With textile factories turning out large quantities of cloth, the second half of the nineteenth century witnessed a revolution in clothing production. 

The sewing machine increased productivity; the tape measure helped to standardize sizing; and the introduction of paper patterns increased the variety of available styles.  By the end of the century, consumers could purchase ready-to-wear clothing in shops, department stores, and through catalogs. 

During the 1890s, the number of women employed outside the home almost doubled. Women of the decade enjoyed new levels of independence. The so-called “New Woman” of the era worked, cycled, and played sports. She wore a simple skirt and a blouse that was tailored similar to a man’s shirt but could feature tucks, frills, and lace trimmings. The shirtwaist ensemble was worn as standard day wear, for sporting activities, and most often by the new female workforce.

The confident, sporty Gibson Girl captured the newfound freedom of the era.  Often seen wearing shirtwaists, she participated enthusiastically and skillfully in sports. Slender but voluptuous, she possessed a cool confidence, was independent in her relations with men. This archetype of American upper-middle-class womanhood was often associated with the “New Woman” of the period.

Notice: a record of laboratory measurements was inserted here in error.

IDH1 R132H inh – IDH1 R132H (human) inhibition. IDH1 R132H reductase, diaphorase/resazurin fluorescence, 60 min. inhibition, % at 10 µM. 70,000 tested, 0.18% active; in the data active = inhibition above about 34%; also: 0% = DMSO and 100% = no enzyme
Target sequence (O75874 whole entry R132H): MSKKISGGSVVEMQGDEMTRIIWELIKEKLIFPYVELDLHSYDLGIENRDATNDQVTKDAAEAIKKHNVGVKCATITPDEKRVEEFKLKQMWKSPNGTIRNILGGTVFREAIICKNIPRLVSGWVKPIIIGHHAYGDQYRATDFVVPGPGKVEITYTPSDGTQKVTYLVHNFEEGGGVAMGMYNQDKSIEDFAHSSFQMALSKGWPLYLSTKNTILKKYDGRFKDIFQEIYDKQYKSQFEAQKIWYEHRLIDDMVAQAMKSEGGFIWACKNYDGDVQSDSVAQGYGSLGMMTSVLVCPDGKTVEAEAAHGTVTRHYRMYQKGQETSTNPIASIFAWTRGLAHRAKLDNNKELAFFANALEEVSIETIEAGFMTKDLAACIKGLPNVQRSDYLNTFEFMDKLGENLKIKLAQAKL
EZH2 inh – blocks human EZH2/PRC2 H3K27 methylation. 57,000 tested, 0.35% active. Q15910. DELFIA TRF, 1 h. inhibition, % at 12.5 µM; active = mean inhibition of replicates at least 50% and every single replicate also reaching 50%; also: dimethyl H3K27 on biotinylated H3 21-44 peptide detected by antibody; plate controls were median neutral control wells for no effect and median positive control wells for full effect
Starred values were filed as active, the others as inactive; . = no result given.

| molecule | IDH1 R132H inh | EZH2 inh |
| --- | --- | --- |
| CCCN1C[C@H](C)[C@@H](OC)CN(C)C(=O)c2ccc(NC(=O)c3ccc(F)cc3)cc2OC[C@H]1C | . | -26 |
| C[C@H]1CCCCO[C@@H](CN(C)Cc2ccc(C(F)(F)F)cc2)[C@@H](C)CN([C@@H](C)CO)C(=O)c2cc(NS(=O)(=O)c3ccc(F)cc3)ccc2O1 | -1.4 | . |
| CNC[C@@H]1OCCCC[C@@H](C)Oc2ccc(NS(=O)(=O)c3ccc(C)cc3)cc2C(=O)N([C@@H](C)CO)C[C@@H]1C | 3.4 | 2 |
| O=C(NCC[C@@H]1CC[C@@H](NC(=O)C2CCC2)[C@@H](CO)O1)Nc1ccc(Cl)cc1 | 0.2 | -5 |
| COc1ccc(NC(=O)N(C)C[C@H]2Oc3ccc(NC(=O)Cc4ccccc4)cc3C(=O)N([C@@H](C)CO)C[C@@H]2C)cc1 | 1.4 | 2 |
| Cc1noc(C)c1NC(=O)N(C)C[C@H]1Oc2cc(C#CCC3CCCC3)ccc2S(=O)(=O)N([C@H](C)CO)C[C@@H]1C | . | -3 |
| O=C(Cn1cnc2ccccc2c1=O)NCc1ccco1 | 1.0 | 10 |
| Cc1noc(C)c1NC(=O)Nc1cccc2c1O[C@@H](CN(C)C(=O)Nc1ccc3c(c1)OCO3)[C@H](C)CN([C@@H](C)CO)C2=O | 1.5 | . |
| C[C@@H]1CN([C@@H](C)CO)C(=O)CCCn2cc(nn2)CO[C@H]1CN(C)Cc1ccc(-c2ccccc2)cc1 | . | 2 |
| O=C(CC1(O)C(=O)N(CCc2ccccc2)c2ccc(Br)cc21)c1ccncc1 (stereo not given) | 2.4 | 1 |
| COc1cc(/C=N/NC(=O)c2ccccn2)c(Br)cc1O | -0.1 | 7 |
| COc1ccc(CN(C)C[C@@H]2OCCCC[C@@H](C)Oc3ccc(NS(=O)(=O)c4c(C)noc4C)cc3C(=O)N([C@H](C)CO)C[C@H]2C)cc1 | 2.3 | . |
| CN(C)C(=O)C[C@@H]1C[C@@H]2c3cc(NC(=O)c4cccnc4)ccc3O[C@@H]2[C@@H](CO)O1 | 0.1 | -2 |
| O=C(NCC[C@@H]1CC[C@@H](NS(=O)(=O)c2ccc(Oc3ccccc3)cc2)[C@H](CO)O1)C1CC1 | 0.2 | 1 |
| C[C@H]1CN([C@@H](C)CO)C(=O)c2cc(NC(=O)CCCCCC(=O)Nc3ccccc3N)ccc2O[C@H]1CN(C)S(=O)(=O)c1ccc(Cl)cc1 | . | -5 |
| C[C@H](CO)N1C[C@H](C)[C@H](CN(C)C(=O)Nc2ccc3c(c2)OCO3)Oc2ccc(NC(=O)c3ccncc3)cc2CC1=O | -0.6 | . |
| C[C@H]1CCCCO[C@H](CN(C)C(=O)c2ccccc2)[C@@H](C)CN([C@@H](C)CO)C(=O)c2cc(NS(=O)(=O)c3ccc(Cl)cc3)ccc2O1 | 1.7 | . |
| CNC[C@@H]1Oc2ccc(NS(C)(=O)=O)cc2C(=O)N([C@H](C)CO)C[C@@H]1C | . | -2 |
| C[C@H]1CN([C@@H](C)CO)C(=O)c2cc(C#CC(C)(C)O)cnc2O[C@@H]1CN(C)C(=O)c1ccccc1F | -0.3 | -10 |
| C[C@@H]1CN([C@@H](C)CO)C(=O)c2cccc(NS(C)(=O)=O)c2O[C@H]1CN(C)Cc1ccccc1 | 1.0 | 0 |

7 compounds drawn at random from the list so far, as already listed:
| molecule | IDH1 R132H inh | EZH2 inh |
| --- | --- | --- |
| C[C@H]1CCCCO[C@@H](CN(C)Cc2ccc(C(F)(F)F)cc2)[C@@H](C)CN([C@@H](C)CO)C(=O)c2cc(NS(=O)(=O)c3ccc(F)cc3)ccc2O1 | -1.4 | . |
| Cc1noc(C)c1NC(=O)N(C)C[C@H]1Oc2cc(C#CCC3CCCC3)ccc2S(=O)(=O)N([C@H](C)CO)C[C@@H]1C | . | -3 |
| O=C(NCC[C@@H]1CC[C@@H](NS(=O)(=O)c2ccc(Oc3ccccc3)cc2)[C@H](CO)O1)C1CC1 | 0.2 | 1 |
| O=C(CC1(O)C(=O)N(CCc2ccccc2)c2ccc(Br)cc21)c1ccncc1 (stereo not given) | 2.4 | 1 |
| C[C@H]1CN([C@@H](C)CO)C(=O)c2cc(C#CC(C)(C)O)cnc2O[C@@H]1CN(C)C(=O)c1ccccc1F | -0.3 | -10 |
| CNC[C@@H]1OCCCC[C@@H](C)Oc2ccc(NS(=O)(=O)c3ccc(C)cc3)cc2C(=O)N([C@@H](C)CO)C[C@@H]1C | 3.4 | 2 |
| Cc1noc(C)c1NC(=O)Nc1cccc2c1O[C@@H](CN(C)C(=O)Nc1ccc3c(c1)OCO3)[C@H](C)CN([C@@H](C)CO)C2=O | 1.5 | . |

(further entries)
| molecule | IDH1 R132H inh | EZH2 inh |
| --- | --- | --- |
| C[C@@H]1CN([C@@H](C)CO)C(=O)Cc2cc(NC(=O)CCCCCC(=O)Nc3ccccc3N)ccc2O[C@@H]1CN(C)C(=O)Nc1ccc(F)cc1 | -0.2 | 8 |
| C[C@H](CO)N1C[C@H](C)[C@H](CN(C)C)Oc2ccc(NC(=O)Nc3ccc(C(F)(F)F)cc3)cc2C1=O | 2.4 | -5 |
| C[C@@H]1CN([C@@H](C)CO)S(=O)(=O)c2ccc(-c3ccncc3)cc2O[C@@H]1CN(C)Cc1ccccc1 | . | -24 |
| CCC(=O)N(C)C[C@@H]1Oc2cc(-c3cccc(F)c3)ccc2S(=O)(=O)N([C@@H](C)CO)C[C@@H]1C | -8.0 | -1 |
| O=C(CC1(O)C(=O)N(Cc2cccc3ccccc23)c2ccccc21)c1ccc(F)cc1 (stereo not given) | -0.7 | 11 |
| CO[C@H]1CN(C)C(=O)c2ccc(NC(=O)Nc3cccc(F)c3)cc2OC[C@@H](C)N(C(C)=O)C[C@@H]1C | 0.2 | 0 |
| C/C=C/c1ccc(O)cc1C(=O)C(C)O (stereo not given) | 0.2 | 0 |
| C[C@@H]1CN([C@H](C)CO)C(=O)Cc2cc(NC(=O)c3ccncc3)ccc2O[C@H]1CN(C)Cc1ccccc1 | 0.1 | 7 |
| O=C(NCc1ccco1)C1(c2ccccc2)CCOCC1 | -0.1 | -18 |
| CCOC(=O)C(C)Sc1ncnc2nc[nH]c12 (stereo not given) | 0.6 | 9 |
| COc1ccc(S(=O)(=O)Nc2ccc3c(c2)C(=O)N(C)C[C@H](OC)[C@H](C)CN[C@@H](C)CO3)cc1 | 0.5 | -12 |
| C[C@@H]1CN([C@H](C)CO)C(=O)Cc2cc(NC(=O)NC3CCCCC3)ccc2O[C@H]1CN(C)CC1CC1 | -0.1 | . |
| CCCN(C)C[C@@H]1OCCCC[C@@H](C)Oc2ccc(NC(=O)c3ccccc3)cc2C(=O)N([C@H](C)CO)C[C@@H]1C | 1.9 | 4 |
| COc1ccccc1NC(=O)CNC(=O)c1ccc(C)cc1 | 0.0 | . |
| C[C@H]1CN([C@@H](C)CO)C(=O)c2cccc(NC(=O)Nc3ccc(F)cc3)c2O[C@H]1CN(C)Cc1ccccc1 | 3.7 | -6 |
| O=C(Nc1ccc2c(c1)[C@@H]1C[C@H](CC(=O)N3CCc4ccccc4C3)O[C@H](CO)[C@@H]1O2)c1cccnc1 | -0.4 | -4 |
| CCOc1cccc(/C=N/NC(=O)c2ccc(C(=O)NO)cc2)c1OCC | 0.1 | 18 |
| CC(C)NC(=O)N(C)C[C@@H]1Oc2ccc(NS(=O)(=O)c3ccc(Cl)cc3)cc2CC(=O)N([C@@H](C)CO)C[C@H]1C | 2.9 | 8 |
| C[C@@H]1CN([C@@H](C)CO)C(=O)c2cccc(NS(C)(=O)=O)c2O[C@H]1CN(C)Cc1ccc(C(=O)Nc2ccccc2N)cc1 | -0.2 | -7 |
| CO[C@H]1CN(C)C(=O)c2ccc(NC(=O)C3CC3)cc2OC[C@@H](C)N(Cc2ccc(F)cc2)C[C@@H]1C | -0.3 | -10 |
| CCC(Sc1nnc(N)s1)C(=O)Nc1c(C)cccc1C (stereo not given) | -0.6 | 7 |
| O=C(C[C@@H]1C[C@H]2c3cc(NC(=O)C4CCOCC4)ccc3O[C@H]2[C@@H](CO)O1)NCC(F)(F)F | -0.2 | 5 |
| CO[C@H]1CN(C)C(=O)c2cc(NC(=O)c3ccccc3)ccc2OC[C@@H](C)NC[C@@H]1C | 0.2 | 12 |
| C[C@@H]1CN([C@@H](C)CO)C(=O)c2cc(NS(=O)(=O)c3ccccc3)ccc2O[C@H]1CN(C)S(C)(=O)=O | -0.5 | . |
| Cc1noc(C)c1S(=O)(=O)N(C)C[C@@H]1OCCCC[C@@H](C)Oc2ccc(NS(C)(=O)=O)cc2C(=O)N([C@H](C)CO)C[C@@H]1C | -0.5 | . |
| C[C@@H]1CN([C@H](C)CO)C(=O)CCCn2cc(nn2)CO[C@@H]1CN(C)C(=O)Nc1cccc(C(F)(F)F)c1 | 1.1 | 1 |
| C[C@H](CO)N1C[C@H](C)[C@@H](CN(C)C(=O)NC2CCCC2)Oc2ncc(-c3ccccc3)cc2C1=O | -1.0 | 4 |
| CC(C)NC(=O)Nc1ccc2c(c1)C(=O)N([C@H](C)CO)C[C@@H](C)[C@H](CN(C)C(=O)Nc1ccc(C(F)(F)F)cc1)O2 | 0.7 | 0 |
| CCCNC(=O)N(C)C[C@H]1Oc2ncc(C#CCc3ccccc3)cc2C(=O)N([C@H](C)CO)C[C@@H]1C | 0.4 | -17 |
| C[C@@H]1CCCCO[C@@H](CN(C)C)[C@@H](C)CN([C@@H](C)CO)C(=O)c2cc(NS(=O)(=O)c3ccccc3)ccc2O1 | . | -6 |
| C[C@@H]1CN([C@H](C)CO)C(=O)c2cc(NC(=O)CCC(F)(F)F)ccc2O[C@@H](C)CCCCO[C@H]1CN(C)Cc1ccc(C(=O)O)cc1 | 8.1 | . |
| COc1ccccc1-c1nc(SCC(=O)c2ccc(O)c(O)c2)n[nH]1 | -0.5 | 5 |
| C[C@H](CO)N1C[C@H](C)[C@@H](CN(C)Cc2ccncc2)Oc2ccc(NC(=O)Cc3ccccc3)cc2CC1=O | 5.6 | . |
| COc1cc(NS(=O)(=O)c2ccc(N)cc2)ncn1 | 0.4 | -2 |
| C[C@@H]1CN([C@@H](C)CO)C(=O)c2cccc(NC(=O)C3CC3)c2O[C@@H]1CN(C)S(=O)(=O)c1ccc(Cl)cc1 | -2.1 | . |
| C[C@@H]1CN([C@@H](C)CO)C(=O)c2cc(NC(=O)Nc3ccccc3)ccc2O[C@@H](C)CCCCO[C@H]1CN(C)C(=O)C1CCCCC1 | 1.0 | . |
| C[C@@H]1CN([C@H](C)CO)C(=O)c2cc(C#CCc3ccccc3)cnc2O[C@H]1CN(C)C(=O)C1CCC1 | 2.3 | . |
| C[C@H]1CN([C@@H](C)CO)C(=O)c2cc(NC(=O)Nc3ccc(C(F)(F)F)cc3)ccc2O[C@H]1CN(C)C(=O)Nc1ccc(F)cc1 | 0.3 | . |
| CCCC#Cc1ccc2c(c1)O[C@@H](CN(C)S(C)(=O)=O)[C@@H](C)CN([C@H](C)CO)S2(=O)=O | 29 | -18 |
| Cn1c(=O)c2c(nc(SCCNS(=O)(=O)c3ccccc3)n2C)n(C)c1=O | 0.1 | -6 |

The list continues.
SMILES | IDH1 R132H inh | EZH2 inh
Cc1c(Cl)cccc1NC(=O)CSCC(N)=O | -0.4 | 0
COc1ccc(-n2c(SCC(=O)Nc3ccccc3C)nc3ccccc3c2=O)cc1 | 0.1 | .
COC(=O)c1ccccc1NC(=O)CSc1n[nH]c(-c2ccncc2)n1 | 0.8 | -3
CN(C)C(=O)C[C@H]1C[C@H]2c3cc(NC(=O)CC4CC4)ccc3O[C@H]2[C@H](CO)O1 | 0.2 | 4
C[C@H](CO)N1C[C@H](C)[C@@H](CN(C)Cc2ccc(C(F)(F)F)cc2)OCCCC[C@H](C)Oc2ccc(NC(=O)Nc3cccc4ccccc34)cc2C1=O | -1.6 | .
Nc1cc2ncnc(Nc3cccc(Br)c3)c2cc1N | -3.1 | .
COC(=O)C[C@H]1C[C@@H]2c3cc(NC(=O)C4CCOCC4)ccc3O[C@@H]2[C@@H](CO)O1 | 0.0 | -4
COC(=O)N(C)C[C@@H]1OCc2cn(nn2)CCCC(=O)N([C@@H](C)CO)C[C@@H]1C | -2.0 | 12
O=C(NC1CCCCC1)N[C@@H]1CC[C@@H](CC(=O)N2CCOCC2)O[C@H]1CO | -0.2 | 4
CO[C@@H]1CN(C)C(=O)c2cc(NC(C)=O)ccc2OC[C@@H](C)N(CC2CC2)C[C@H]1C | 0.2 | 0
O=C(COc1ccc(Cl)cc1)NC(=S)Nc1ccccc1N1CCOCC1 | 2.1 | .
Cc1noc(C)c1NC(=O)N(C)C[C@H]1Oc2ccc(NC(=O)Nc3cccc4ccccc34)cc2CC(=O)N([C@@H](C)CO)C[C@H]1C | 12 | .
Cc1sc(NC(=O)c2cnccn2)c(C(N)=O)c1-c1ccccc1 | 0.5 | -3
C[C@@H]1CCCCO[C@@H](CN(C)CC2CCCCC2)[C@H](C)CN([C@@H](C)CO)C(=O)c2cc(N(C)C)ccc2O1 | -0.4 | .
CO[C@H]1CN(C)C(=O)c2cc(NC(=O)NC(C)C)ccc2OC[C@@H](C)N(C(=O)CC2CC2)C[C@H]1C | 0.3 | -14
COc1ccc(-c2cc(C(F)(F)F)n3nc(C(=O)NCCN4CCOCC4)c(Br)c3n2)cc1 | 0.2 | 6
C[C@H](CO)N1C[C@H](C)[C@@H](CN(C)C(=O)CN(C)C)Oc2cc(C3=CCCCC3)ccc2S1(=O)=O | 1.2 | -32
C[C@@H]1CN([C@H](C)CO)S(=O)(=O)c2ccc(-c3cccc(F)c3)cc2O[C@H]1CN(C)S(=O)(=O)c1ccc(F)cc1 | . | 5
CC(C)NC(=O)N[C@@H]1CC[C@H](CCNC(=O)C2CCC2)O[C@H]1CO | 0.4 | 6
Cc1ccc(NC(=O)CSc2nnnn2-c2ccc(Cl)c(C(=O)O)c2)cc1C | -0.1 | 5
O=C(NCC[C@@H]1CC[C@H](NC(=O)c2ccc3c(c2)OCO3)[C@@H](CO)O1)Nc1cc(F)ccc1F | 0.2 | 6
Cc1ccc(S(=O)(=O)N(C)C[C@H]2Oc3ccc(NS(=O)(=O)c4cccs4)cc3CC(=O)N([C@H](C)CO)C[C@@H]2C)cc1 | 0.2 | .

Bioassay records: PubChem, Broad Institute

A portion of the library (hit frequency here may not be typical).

While women had been participating in more sports since the 1870s, female participation expanded greatly in the 1890s. Many women’s colleges began adding basketball to standard gymnastic activities. More and more women were playing golf, tennis, croquet, and bathing at the seashore. Women wore a variety of outfits for these activities, from a standard shirtwaist suit to more specialized clothing. The sweater would have been a possible choice for tennis or golf. 

Around 1892, the bicycle became a common form of transportation.  By 1896, bicyclists numbered some 10 million, an explosion from about 50,000 in 1885.  The affordable bicycle enhanced freedom of movement just as many women were entering the workforce and demanding expansion of their rights.  The “bicycle suit,” made for easier cycling, consisted of a jacket and bifurcated bloomers. However, more women chose a skirt with a deep pleat in the back to allow them to sit on the bicycle while still appearing to wear a skirt.